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G-AMSV Returns to Coventry

An old friend returned to Coventry yesterday when G-AMSV, in her striking Indian Air force livery, landed here for extensive maintenance by our engineers. Sierra Victor was part of the Air Altantique fleet here for many years. She'll...

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Baginton Air Pageant

The initial details for the Baginton Air Pageant are up on the website! As we don't have the space for a full-on air show attracting 20,000 or so people, we're aiming for low-key, themed days like this. A couple of thousand people,...

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Newquay Pleasure flights

We promised we'd be back to fly in Cornwall, and here we are. We'll be heading south with a Rapide and Chipmunk to spend a week at Newquay from 25th July, with a further visit planned in August. The flights are bookable in the normal...

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New Dakota Book

Geoff Jones just told me that his new book on the DC-3, released to celebrate the 80th anniversary of the Dak's appearance, is now available. The cover sports a lovely shot of G-ANAF, shot by Simon Westwood before her radome goiter was...

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Nimrod Engine Run

We've just confirmed plans by NPT to run all four of the Nimrod's Rolls-Royce Speys on Saturday 9th May. We expect the thunder to start just after lunchtime. Come along and enjoy some audio power - and please dip into your pockets...

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From the Blog Header
Become a member of the Classic Air Force
Gloster Meteor: Those meteoric advances
Status: Both flyable
Owned by: The Classic Aircraft Trust
Current location: Coventry
Available for pleasure flights: No

Gloster Meteor NF.11 WM167 / G-LOSM

Classic Air Force’s Gloster Meteor NF.11 is the only surviving Night Fighter Meteor left in airworthy condition and was one of the first privately owned jet fighters to operate in the UK.

WM167 was built under licence from Gloster by the Armstrong Whitworth Company at Baginton (Coventry) airport in 1952. It entered service with the RAF’s 228 Operational Conversion Unit (OCU) at RAF Leeming, Yorkshire in August but after just a month she was passed to 33MU at RAF Colerne in Wiltshire for storage.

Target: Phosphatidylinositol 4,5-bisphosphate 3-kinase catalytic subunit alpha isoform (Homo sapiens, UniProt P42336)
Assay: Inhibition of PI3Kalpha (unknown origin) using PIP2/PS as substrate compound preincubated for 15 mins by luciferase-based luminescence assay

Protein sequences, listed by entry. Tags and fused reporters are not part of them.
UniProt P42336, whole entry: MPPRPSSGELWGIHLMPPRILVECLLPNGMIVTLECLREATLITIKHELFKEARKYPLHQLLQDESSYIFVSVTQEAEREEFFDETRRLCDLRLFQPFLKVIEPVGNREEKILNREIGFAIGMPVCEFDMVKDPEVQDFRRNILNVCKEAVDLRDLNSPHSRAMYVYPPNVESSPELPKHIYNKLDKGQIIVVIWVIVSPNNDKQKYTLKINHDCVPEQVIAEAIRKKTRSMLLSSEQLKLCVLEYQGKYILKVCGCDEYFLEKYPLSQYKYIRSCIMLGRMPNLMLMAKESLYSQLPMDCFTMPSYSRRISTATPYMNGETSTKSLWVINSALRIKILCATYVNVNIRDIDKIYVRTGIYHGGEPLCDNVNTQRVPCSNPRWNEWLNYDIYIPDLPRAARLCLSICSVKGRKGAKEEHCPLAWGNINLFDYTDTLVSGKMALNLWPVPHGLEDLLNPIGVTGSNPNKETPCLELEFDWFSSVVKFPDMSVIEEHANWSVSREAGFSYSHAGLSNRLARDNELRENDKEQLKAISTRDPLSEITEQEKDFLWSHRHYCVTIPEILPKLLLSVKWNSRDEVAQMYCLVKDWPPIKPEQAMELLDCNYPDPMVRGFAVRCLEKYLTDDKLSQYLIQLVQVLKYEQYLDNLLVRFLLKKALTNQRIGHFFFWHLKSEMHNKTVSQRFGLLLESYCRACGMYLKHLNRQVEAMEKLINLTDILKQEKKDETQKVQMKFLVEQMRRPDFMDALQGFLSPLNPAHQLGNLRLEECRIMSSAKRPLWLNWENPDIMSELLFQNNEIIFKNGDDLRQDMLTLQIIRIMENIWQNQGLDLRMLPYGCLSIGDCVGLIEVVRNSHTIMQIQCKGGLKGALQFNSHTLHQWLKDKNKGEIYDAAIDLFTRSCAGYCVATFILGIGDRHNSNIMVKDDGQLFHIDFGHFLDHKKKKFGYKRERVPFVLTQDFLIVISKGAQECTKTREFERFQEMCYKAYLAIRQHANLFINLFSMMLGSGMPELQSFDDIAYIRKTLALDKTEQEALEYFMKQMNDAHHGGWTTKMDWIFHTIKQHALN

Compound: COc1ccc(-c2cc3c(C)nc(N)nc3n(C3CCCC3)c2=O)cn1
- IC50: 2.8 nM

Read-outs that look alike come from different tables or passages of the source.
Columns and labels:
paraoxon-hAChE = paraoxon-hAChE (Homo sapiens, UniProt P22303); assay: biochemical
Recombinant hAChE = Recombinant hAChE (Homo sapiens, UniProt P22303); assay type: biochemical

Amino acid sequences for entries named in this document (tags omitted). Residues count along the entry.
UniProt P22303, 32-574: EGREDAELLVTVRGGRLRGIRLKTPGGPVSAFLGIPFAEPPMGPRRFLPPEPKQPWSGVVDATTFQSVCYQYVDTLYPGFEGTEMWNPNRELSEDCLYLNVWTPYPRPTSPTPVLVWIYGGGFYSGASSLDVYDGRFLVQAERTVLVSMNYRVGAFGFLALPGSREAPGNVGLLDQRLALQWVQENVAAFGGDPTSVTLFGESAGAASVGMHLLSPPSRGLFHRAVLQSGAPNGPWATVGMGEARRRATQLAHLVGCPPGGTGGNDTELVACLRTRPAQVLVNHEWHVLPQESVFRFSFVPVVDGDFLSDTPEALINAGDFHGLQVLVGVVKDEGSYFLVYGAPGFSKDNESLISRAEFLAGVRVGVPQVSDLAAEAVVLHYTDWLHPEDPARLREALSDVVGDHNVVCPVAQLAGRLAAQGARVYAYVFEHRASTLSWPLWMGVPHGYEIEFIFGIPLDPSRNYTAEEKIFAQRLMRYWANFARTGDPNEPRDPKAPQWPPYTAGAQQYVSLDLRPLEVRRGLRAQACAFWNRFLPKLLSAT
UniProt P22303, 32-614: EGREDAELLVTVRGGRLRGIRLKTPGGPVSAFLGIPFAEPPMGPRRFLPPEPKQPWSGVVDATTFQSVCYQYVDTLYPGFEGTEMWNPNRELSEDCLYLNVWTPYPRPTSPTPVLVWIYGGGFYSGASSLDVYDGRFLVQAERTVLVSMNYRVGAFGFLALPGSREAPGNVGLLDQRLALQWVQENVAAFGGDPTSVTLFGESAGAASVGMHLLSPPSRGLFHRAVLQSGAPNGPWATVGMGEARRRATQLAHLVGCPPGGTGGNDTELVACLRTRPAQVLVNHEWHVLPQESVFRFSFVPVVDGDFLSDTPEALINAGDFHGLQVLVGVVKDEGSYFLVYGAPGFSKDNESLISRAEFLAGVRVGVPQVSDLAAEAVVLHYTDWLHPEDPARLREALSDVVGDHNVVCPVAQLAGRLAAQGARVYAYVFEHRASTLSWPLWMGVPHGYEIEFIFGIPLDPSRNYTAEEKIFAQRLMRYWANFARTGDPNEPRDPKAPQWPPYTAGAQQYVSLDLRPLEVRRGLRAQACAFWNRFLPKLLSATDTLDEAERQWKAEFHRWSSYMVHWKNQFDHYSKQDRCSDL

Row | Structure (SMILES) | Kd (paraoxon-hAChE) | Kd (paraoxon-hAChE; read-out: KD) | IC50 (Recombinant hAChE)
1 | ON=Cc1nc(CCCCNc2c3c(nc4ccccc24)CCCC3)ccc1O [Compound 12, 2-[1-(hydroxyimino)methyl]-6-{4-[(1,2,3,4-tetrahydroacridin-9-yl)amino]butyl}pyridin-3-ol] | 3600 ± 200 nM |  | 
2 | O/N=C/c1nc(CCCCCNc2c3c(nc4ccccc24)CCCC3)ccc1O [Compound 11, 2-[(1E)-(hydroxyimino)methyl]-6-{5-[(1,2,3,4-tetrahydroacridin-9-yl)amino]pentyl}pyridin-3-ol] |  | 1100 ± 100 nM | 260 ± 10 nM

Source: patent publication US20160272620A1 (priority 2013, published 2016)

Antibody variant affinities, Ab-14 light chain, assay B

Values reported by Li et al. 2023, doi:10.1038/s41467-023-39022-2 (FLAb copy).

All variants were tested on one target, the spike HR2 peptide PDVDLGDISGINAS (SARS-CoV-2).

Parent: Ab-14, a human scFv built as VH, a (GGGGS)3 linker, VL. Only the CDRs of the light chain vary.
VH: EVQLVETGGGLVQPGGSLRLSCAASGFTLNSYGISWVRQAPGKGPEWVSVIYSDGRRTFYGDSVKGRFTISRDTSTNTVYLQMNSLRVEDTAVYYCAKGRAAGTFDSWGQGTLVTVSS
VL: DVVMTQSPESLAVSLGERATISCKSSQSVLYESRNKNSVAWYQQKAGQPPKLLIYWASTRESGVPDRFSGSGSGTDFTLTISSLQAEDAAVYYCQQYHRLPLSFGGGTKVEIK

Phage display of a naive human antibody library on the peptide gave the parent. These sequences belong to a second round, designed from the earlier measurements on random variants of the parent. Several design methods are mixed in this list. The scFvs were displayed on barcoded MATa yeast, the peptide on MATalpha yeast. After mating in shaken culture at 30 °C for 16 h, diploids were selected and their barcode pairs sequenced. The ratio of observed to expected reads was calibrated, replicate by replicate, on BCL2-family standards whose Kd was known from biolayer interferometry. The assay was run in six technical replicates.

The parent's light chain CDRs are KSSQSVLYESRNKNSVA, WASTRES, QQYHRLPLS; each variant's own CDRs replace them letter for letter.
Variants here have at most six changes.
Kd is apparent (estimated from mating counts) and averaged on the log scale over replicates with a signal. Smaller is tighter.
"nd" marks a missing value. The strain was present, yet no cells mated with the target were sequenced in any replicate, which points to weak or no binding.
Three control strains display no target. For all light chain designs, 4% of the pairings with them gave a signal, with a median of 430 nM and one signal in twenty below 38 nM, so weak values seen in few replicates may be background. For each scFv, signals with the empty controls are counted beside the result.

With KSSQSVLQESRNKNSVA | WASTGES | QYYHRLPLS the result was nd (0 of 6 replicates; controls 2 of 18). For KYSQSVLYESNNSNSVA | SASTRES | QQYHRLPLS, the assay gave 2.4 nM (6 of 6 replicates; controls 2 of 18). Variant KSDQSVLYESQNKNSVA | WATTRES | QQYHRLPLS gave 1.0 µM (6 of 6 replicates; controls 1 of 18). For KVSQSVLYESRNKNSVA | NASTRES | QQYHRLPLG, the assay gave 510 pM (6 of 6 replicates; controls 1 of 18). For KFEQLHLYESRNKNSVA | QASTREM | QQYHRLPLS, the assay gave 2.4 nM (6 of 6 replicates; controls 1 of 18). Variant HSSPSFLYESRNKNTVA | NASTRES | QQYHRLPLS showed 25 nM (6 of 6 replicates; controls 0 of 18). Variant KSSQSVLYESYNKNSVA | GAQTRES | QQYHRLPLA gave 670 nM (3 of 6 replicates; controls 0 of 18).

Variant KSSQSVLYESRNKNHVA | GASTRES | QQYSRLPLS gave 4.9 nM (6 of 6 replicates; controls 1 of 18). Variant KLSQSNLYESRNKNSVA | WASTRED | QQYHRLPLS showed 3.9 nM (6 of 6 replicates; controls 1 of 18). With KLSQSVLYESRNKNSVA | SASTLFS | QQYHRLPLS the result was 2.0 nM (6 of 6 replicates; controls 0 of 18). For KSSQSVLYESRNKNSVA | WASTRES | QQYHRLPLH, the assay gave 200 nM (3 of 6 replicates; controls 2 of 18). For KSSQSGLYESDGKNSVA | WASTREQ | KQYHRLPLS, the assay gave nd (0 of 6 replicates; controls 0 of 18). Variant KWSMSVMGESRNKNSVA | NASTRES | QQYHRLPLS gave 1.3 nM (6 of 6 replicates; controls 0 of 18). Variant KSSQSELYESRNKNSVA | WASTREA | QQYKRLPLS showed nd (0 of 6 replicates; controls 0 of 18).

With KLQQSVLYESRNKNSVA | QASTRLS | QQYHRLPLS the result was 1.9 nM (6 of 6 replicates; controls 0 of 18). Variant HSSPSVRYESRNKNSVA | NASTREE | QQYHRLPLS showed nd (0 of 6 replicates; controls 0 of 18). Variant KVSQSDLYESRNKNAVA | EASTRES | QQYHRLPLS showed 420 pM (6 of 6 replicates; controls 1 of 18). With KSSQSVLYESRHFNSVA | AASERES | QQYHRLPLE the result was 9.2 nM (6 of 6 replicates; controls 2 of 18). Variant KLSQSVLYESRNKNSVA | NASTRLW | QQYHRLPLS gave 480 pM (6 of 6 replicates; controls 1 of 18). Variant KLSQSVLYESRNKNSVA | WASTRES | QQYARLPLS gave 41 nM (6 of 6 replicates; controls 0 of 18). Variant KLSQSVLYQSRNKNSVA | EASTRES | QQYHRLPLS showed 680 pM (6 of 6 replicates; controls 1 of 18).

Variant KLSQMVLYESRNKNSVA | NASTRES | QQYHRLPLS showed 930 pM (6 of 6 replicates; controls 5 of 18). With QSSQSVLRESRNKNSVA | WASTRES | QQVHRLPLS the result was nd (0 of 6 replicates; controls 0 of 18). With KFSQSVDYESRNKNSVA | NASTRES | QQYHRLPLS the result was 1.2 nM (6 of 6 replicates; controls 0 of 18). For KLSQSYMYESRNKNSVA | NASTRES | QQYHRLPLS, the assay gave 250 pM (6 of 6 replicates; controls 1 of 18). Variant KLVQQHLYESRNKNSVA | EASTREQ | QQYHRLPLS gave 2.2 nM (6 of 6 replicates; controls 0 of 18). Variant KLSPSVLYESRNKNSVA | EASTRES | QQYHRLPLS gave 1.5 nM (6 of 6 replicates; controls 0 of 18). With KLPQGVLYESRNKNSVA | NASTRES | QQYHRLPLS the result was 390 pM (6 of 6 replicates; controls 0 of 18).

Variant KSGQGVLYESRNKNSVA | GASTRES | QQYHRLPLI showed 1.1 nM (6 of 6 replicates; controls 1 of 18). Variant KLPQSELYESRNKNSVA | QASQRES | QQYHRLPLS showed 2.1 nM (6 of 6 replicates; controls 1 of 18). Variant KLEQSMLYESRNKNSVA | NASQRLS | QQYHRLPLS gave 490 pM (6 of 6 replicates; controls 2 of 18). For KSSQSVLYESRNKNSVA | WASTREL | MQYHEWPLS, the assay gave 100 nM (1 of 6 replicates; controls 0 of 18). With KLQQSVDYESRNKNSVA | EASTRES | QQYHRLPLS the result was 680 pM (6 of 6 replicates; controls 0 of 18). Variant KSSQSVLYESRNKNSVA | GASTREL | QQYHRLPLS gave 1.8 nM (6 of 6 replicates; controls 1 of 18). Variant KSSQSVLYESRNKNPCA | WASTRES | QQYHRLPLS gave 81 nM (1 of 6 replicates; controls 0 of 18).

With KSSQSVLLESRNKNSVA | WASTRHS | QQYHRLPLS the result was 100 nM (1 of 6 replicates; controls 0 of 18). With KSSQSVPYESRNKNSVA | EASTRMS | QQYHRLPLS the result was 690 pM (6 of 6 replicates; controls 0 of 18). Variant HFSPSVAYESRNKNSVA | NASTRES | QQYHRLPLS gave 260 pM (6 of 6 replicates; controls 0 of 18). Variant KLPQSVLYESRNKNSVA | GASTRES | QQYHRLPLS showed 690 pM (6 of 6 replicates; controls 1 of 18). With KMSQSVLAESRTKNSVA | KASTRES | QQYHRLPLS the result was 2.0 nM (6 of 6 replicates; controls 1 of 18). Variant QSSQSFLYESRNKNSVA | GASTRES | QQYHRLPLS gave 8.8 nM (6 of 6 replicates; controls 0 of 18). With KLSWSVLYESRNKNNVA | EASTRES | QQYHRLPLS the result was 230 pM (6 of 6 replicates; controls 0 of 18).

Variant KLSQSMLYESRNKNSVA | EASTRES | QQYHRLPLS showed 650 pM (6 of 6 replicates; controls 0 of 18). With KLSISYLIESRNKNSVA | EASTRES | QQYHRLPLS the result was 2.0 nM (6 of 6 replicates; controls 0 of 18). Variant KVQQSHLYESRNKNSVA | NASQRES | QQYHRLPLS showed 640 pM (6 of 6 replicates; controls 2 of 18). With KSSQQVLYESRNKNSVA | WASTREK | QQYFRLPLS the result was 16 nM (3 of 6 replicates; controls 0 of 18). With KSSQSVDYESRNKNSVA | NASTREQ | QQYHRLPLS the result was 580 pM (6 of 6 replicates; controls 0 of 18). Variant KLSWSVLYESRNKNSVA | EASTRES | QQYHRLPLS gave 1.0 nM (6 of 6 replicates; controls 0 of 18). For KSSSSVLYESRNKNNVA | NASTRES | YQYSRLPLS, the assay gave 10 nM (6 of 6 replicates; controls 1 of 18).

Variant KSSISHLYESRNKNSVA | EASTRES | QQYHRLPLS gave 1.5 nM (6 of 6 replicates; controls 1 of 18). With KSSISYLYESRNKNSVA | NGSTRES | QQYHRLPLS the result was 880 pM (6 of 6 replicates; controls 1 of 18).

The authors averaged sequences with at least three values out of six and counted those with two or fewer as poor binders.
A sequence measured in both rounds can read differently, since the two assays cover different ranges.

The aircraft returned to 228 OCU the following year and remained on charge with the unit until 1960 when she headed south to 33MU at Colerne yet again. Her stay was brief yet again as she was returned to Armstrong Whitworth in January 1961 for modification to TT.20 target towing configuration. Upon completed WM167 was allocated to the Aeroplane and Armaments Experimental Establishment at Boscombe Down, Wiltshire where she was used for target towing trials.

By now WM167 still only had 559 hours ‘on the clock’ and a quiet year at Boscombe Down only added another 20 hours to the logbooks. At the end of the trials exercise WM167 headed back to 33MU at Colerne yet again before being delivered to Flight Refuelling Ltd. The aircraft spent the next ten years towing targets under an MoD contract at both Tarrant Rushton in Dorset and Llanbedr in North Wales.

The aircraft was declared surplus in 1975 and purchased by well-known ‘warbird’ collector Doug Arnold for his Warbirds of Great Britain (WoGB) collection, which at that time was based at Blackbushe. She was ferried to Blackbushe on December 1, 1975 by the late-Neil Williams and converted back into NF.11 Night Fighter configuration before entering storage.

When the Arnold family sold Blackbushe in 1984 the WoGB collection needed to be moved and the simplest way to move WM167 was by air. By now a sale had been sale had been negotiated with Mike Carlton’s ‘Hunter One’ collection at Bournemouth (Hurn) Airport and the aircraft was registered to Carlton’s Brencham Group on June 8, 1984. The highly appropriate G-LOSM (GLOSter Meteor) was allocated to the aeroplane and it was ferried to Hurn a month later on July 6.

The aircraft operated successfully until Mike Carlton was killed in a flying accident whilst on holiday in Zimbabwe in August 1986. The Meteor, along with other jets belonging to Hunter One, was auctioned off by Christies on October 1, 1987 and remained at Hurn as part of LGH Aviation, which traded as Jet Heritage Ltd. The company later became Hunter Wing Ltd and Bournemouth Aviation Museum but G-LOSM was acquired by Air Atlantique in March 2004.